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December 4, 2012

Awards to Walsh, Stanfield at Julie’s Banquet

By Rick Winterson

  Julie’s Family Learning Program holds its Annual Banquet (Florian Hall, Thursday, December 6) – raffles, silent auction, and a sumptuous dinner.  The evening will feature the inaugural “Community Angel” Awards to Program Director (CAN RUD) Kay Walsh and Rev. Burns Stanfield, Pastor, Fourth Presbyterian Church

  First to business:

  All of you are aware of the years of successful community work that have been performed by Julie’s Family Learning Program.  Briefly stated, hundreds of young mothers have learned job-oriented skills at Julie’s, which get them started on worthwhile career paths, while their youngsters experience the Montessori mode of schooling for children.

  Julie’s is named for St. Julie Billiart, who founded the order of the Sisters of Notre Dame in Namur, Belgium, in 1804, after she fled the cruelty of the French Revolution.  She’s commonly called “The Smiling Saint” because her always cheerful face is adorned by her trademark smile.  Since the mid-1800s, the Sisters of Notre Dame (SND) have performed countless community works in South Boston and all across America.

  Julie’s founders, Sr. Jean, SND, and Sr. Louise, SND, along with Julie’s Operations Manager, Bob Monahan, invite you to join them in Florian Hall (55 Hallet Street in Dorchester), on Thursday evening , December 6, at 6 p.m.  There’ll be dozens of raffle baskets, a silent auction, and a dinner that is really a banquet.  For ticket reservations, you can visit their website at www.juliesfamily.org or call Bob Monahan (617-269-6663, Ext. 11) or Jeanne Feltch (617-269-6663, Ext. 10).

  The high point of the evening will be the inaugural “Community Angel” Awards to Kay Walsh and Rev. Burns Stanfield.

  Kay Walsh

Kay Walsh is the Program Director of South Boston CAN Reduce Underage Drinking.  She has worked tirelessly on fostering a non-drinking climate within South Boston, especially among teenagers.  She has been active in setting up “family friendly” zones at the St. Patrick’s Day/Evacuation Day Parade, working on limiting the number of alcohol outlets in the neighborhood, and supporting all kinds of community activities dedicated to clean, sober living.

  Since 1970, when Kay became a Community Organizer in the Office for Children, her own life’s work has been community centered, except for a two-year stint in the First National Bank.  She has worked in Boston Against Drugs, a coalition of teams across Boston.  Her responsibilities have included social work in the Youth Service Providers Network, which intervenes in cases involving young first offenders or overdoses from illegal drugs.

  In recent years, Kay has been devoting herself to the problems generated by underage drinking.  She is the recipient of a federal grant given to the state’s Department of Public Health and the Boston Health Commission; she has an office in the Action Center.   This is often hard, thankless work, but even so, Kay says, “There’s a kind of human element in this community of South Boston – an element of consistent goodness.”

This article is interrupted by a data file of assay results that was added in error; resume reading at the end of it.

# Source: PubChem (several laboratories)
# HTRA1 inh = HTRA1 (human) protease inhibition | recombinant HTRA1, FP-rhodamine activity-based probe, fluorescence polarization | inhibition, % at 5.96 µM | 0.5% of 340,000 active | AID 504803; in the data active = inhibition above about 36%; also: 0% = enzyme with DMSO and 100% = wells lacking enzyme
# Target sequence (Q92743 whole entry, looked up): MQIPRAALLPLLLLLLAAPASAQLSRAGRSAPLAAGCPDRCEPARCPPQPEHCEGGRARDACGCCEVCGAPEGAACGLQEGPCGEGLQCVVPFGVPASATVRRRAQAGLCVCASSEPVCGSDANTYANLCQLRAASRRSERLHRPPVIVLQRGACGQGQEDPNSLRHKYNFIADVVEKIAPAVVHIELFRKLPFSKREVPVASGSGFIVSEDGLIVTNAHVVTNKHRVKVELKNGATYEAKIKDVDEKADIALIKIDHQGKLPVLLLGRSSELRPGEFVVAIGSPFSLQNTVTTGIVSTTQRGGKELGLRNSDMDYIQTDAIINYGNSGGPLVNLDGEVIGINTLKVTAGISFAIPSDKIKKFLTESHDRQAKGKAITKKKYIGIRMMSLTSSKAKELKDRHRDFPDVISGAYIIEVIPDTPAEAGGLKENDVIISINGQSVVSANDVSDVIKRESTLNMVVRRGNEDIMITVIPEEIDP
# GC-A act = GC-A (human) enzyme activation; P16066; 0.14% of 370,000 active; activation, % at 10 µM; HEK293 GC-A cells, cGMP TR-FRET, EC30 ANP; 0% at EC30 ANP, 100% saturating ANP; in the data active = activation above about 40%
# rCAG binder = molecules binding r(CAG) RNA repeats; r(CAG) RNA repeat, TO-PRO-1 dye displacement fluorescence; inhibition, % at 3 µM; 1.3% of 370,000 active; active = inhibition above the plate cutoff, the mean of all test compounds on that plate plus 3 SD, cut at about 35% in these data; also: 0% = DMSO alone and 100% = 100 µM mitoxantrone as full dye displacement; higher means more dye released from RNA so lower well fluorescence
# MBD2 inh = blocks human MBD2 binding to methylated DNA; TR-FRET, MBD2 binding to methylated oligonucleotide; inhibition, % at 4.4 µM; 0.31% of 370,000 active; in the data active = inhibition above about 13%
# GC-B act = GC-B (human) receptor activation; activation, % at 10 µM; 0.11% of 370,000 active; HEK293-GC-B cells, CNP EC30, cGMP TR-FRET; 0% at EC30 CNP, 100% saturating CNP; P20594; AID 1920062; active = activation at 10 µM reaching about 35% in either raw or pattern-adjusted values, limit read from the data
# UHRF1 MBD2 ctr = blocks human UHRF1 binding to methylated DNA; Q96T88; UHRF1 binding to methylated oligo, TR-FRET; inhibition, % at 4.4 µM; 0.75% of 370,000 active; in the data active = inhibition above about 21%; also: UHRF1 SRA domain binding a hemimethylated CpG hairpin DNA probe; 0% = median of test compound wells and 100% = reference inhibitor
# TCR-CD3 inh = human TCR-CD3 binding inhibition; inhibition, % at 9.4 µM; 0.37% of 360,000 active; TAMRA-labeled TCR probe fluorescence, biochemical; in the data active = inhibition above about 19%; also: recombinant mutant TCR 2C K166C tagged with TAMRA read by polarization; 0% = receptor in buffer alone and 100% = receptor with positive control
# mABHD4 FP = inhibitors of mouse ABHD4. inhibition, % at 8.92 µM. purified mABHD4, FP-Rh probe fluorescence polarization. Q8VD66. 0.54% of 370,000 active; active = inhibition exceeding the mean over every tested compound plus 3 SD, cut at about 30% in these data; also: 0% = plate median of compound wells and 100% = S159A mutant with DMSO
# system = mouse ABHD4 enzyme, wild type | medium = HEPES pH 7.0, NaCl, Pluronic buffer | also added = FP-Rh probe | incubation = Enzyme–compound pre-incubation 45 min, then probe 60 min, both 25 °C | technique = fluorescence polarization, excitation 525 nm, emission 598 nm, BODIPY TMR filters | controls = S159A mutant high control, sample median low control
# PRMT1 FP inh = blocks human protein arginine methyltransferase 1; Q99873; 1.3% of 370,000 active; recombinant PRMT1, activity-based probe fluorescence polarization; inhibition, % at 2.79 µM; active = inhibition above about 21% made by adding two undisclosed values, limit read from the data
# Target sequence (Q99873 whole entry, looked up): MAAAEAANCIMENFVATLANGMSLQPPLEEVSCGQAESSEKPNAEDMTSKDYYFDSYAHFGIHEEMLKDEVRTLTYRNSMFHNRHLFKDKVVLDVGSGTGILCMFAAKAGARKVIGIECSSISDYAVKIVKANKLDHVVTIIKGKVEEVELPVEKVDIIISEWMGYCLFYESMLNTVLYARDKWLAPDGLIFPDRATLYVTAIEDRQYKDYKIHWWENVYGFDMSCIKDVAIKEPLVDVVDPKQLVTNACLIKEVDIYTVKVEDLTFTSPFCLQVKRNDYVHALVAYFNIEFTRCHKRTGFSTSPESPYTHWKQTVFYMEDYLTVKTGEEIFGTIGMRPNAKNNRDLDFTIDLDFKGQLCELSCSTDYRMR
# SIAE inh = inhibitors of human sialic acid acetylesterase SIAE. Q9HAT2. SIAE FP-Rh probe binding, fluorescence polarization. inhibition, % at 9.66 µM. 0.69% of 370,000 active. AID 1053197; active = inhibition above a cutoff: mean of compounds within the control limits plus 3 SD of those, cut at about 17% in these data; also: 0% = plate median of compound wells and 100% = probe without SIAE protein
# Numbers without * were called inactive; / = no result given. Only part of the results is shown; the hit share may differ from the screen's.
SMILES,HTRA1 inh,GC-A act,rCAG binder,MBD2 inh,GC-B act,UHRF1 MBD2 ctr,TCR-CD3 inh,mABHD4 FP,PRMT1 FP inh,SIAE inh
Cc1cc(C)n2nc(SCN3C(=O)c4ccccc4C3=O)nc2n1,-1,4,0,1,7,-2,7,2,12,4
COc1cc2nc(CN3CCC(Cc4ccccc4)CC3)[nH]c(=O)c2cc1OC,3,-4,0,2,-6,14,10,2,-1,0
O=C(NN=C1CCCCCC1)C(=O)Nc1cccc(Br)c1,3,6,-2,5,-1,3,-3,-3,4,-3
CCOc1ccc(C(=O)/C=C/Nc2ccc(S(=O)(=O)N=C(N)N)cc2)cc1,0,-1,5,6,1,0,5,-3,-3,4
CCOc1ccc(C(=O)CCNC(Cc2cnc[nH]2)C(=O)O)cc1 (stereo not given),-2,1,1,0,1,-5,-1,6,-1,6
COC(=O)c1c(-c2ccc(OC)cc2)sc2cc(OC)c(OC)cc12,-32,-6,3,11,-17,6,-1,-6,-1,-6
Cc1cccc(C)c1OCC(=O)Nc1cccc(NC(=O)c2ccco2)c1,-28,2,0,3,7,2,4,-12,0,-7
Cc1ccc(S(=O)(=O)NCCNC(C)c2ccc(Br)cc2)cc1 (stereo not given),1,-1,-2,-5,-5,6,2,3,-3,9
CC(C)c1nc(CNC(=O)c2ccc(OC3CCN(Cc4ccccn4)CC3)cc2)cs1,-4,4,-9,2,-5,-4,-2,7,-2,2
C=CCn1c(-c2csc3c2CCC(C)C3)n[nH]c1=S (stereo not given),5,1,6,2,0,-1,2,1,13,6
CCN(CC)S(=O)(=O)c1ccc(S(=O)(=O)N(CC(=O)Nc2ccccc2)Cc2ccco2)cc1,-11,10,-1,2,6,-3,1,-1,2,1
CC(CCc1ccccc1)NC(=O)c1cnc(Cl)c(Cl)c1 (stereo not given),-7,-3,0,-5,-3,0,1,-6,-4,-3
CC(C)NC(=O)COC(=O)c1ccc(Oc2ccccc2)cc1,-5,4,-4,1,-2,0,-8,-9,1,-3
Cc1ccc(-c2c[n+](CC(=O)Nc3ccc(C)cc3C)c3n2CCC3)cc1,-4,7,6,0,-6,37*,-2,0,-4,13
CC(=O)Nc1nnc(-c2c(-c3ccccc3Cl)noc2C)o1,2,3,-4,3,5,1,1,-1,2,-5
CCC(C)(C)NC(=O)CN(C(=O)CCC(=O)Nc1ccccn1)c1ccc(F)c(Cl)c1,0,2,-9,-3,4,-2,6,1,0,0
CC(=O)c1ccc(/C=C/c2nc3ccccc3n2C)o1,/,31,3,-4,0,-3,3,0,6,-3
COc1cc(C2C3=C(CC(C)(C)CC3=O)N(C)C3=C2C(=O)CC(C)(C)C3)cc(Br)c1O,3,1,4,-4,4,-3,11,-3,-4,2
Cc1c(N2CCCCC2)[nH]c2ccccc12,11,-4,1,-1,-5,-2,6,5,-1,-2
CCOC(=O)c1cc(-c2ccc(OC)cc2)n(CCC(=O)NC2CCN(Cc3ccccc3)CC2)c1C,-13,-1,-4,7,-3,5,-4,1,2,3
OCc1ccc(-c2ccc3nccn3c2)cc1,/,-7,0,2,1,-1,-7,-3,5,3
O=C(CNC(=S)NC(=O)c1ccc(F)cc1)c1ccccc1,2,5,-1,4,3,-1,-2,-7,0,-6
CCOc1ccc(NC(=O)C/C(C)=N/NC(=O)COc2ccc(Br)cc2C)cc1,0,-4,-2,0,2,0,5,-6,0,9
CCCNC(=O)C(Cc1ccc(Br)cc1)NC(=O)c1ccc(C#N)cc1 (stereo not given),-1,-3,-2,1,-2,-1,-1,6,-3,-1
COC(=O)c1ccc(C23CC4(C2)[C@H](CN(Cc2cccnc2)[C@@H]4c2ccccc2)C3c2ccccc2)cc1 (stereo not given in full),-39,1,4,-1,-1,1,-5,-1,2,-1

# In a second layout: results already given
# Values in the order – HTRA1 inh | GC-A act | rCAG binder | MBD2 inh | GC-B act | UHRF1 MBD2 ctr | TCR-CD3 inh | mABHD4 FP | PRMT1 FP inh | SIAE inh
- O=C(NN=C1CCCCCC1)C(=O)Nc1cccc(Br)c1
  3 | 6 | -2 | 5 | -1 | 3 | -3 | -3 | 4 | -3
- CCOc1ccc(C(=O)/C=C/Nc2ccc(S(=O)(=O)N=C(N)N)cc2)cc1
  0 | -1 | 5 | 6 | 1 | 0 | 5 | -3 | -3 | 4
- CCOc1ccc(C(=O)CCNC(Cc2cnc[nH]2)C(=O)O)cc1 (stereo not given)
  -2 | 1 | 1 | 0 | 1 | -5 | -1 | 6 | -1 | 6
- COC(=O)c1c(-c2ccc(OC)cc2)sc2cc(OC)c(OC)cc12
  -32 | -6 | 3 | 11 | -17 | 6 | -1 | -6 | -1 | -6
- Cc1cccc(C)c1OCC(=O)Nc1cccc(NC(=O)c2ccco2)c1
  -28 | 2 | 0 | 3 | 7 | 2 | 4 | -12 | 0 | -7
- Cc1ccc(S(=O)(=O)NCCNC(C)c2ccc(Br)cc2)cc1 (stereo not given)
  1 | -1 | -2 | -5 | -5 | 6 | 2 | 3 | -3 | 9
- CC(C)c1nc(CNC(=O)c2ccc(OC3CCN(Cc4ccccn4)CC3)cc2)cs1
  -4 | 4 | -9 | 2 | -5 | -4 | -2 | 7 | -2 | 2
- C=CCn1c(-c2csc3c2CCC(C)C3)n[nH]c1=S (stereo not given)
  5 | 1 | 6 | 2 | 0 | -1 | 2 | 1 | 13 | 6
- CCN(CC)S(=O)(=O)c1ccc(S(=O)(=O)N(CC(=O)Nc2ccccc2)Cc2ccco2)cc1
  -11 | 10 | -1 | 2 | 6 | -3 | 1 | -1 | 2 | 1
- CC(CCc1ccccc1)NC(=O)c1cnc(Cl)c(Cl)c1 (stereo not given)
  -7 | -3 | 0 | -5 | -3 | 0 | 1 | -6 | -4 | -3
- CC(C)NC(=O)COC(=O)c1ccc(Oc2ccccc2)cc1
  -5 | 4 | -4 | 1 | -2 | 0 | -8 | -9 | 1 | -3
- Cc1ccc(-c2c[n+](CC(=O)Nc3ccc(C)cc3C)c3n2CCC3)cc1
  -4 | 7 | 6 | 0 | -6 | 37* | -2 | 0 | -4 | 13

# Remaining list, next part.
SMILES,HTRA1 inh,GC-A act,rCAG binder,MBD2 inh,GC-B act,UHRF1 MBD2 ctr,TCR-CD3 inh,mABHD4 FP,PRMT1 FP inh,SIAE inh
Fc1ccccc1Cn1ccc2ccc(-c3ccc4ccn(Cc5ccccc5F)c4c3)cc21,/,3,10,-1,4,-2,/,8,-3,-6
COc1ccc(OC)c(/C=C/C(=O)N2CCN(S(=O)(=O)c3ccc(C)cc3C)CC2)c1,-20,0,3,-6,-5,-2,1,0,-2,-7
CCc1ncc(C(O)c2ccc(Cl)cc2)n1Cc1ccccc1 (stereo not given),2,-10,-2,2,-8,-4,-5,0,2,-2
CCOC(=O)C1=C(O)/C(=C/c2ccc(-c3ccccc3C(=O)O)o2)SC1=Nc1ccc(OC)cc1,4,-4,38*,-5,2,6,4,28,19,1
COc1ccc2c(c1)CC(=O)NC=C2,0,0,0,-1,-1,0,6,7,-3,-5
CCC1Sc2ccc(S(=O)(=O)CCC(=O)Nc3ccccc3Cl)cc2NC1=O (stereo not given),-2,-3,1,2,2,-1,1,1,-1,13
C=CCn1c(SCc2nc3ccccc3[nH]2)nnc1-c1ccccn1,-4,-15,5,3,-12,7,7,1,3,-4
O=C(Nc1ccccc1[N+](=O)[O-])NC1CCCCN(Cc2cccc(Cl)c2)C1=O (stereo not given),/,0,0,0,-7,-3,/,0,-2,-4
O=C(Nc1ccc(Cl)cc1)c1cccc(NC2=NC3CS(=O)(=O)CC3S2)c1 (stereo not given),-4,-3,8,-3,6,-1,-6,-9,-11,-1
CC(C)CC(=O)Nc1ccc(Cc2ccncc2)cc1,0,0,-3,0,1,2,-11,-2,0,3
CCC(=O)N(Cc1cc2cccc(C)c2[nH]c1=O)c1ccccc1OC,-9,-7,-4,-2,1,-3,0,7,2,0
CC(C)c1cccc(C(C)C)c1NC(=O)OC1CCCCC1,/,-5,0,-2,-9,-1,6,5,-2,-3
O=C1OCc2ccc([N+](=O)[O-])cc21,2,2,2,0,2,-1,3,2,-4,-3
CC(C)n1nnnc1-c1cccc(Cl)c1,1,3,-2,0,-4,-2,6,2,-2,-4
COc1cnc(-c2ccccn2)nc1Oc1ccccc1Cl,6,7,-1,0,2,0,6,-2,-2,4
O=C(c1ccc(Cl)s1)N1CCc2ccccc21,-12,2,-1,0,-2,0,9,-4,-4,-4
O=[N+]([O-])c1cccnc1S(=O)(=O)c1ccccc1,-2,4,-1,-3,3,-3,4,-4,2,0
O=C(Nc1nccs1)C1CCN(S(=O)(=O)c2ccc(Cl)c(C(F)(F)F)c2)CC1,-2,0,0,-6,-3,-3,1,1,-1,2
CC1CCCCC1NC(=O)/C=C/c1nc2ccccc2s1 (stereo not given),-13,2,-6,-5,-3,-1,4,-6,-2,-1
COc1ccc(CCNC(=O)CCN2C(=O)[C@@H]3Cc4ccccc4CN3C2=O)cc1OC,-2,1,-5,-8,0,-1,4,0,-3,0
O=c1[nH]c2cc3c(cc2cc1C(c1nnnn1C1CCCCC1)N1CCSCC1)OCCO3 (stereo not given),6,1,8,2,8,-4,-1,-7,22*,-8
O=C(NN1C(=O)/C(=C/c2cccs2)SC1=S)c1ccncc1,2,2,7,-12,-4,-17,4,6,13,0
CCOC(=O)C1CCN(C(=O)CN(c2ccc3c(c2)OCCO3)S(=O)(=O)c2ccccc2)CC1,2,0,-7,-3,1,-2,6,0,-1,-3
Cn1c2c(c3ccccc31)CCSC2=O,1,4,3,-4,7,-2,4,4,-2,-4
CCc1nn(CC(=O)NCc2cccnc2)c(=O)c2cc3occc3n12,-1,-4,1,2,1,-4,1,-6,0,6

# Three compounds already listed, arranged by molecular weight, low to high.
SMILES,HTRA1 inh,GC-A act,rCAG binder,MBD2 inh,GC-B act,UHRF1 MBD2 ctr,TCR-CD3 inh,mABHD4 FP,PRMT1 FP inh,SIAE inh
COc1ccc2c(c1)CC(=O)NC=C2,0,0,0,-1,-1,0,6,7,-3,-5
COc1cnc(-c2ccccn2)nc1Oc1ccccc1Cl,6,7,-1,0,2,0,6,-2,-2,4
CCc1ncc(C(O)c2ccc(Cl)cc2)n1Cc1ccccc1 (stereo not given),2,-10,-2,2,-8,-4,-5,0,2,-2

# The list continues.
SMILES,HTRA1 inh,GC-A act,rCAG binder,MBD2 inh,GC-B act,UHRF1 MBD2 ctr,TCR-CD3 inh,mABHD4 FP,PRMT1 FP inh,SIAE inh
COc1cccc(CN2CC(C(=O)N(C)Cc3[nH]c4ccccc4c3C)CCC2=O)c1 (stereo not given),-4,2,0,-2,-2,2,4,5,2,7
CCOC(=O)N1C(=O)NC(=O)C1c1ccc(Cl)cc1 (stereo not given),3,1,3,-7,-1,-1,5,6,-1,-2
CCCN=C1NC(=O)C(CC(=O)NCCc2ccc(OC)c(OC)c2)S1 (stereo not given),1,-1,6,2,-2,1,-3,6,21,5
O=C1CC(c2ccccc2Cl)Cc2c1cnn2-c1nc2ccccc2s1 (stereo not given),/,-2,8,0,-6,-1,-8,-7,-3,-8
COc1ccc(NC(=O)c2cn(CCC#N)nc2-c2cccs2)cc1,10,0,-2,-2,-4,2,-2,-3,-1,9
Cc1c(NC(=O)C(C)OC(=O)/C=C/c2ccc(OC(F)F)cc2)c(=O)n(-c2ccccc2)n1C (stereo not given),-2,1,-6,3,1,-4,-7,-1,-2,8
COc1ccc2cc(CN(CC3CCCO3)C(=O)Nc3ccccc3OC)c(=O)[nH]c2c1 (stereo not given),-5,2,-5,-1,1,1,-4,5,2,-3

Kay is also a professional storyteller, who trains others in that craft.  She values storytelling for its truth, compassion, and its ability to bring about change.  She speaks of how honored she feels to receive the “Community Angel” Award, and she is especially pleased to be honored at the same event as Burns Stanfield.

  Burns Stanfield

Burns is a versatile man.  He’s a family man – he and Lorraine have three children, Liz (18), Nathan (16), and Grace (14).  His musical talents are well known; they include extensive professional performing.  He’s a teacher.  He’s active in the community, now serving as the President of both the GBIO (Greater Boston Interfaith Organization) and the South Boston Neighborhood Development Corporation.

  But Burns states that he had felt the call to some kind of ministry ever since he was a young adult.  He comes from Iowa.  After attending Princeton, he spent a year in Appalachia in Hazard, Perry County, Kentucky.  The church was small, like a chapel – almost a mission church.  It involved both community and youth activities.  That convinced him even more strongly that his future was in some kind of ministry.  He enrolled in the Harvard Divinity School, and still teaches there, as well as at Andover Newton Seminary.

  Burns is a performer.  He spent some time as a “mime”, a kind of pantomime acting.  You probably know that he is an accomplished jazz musician on the piano and trumpet.  He travelled for two years in a professional jazz/rock group called “Scruffy the Cat” prior to his ordination.  But ministry was always his true vocation.

  He recalls first accepting the call to become Pastor of the Fourth Presbyterian Church.  He laughs and says, “When I came here, there was still chicken wire on the windows.”   When asked what he is proudest of, he immediately replies that it is “the community we are building” at the Fourth Presbyterian Church.  Note that Burns uses “we” because he thinks the progress has been a joint effort.  He also states that the community is still “building” – the work always goes on, as people from all walks of life become part of the overall South Boston community.

  As you can imagine, he is devoted to the musical shows that the Fourth’s youth group stages.  “These are moments I love”, as he puts it.  He says he’s humbled by receiving the “Community Angel” Award from Julie’s Family Learning Program – “We care about the same people; I truly respect their values.”     

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